6. What are some of the challenges in restoring railway cars? One of the biggest challenges is getting everyone to agree on what a piece should be restored to. It is unbelievable how much time is wasted arguing how it should be done. After that the metal work, wood work and painting are easy.
7. Which restoration are you most proud of? I have worked on or assisted with over 25 and I think my favourites are PGE 561, CPR 4069 and of course the Royal Hudson.
8. How did you end up owning a railcar? The WCRA has cleaned out their collection several times over the past 20 years and several great cars have gone to the scrapper. When this round of thinning came along I just could let a car from my childhood get cut up.
The car I acquired is the Great Northern lounge observation 1090. When I was young dad had a model of the GN Oriental Limited on his railway pulled by a P-2 and the observation car was a car just like the 1090.
Trevor's car, GN #1090 I jumped on the opportunity to save a classic both from my own life and the history of travel in western North America. I have a plan for the restoration based on experience gained from my past work at the Heritage Park. Oh, and there will be no argument on the colour I will be painting it. The car has given me a beautiful sample of the Pullman Green.
9. Who would you say is your inspiration? First would be my dad for his encouragement. Next I would say all his friends from his coworkers to his fellow modellers who never said no and were always there if I had a question. There are way too many to list here.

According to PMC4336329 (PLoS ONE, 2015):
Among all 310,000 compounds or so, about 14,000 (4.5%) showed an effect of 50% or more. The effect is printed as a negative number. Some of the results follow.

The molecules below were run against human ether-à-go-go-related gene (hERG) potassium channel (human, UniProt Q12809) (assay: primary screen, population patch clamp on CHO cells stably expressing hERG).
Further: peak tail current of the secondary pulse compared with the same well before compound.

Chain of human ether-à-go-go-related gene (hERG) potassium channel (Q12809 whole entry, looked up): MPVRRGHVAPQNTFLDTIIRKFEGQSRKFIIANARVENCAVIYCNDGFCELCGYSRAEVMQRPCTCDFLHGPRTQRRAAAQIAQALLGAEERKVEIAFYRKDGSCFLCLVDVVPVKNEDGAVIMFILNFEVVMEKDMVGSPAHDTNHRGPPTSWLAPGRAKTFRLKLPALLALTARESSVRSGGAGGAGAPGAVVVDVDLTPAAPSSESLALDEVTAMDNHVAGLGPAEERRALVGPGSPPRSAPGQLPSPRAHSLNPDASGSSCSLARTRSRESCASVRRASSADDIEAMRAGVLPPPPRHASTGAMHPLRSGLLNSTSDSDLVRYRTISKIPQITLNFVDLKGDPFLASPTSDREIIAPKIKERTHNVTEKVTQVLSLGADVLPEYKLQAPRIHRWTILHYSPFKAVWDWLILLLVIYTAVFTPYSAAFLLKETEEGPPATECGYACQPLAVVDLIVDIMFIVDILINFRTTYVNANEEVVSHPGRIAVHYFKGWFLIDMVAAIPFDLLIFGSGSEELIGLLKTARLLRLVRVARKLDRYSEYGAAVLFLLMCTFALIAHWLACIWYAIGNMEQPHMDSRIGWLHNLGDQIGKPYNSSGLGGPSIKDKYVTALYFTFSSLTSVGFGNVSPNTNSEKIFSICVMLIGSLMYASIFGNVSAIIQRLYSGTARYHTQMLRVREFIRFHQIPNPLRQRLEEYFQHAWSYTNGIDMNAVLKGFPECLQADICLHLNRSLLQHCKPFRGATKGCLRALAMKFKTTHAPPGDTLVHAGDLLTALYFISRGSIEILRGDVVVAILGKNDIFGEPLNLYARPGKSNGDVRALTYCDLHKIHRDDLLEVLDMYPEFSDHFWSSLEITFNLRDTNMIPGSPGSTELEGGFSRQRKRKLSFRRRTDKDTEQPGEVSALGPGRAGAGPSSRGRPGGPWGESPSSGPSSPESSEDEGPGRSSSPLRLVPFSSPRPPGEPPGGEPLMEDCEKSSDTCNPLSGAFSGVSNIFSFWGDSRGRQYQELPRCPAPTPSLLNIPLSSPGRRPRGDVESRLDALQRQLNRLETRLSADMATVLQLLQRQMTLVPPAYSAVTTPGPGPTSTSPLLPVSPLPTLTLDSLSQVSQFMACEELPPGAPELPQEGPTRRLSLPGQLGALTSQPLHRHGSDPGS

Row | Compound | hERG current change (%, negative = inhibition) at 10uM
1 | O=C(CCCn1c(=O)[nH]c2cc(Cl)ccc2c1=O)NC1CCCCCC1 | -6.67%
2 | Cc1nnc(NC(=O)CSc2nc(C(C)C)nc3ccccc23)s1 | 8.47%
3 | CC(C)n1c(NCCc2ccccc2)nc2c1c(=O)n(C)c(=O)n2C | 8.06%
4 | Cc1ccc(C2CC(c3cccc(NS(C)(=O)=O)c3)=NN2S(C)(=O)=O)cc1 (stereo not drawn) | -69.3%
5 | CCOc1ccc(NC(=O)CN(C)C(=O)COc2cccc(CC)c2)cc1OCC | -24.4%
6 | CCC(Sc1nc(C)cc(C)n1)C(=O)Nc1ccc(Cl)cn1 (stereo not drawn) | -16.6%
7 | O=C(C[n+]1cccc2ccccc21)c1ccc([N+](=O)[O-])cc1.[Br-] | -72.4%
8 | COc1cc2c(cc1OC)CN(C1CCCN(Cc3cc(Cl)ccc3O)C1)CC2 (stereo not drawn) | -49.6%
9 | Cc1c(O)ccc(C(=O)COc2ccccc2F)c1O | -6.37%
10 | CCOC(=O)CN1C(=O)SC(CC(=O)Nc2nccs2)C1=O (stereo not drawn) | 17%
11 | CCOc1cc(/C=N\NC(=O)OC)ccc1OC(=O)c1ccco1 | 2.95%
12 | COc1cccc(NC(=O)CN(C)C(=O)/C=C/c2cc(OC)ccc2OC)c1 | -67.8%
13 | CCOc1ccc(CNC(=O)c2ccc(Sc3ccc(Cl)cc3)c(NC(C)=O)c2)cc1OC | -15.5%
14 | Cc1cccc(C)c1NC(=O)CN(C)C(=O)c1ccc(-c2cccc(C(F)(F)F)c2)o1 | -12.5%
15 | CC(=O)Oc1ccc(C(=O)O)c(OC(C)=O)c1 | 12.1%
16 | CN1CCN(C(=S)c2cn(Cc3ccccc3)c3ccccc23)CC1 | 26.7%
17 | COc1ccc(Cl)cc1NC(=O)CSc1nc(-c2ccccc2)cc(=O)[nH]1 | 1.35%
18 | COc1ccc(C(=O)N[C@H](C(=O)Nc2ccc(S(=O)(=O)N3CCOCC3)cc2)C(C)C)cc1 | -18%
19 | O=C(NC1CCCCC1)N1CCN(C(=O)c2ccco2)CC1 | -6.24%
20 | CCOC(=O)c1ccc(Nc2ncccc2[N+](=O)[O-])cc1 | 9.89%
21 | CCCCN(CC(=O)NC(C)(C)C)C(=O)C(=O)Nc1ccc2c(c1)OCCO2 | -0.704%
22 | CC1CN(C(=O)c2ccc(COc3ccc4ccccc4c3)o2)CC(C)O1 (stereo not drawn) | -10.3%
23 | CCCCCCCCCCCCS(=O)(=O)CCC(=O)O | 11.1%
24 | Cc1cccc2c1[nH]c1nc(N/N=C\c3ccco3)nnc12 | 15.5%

10. How can people help preserve Canada's railway history? One of the biggest ways is to write down family stories. Dad died when I was 9 and I never got to ask him many questions about his railway life.
This is another reason why I like trains - to find out more about my father who left us way too soon. These stories tell of a way of life that contributed to the development of the great country we live in.
Another way is to come out and help by sharing a talent like wood work, metalwork and record keeping in the archives to work toward upkeep of a collection near you.
Reprinted from the website: Confessions of a Train Geek www.traingeek.ca
When the Train Came to Squamish November 1, 2016 The Squamish Reporter.
The steep sheer rock walls along Howe Sound rise straight out of the ocean and reach to the sky in most places between West Vancouver and Squamish. The railway contractors in the early 1900s said that to build a railway there would involve a large amount of costly work. A railway would finally make its mark on the land when on August 27, 1956 after 2 years of construction the first scheduled passenger train left North Vancouver for Squamish and points north.
Several railways were granted charters to build north from Vancouver through Squamish and points north. As early as 1905 the Vancouver Westminster and Yukon which was a division of the Great Northern in the United Sates had a charter to build a railway from Vancouver to northern BC. The VW&Y saw that the link between Vancouver and Squamish could be bridged by relatively inexpensive water transportation and planed for their railway to start in Squamish. The Howe Sound and Northern also decided to start at Squamish in 1910 and started laying track north to Cheakamus. The Pacific Great Eastern had a third charter to build from Squamish north. When PGE bought out the Howe Sound and Northern in October 1912, the water transportation system between Vancouver and Squamish was very well established and there was not enough traffic to offset the high cost of the difficult construction along Howe Sound.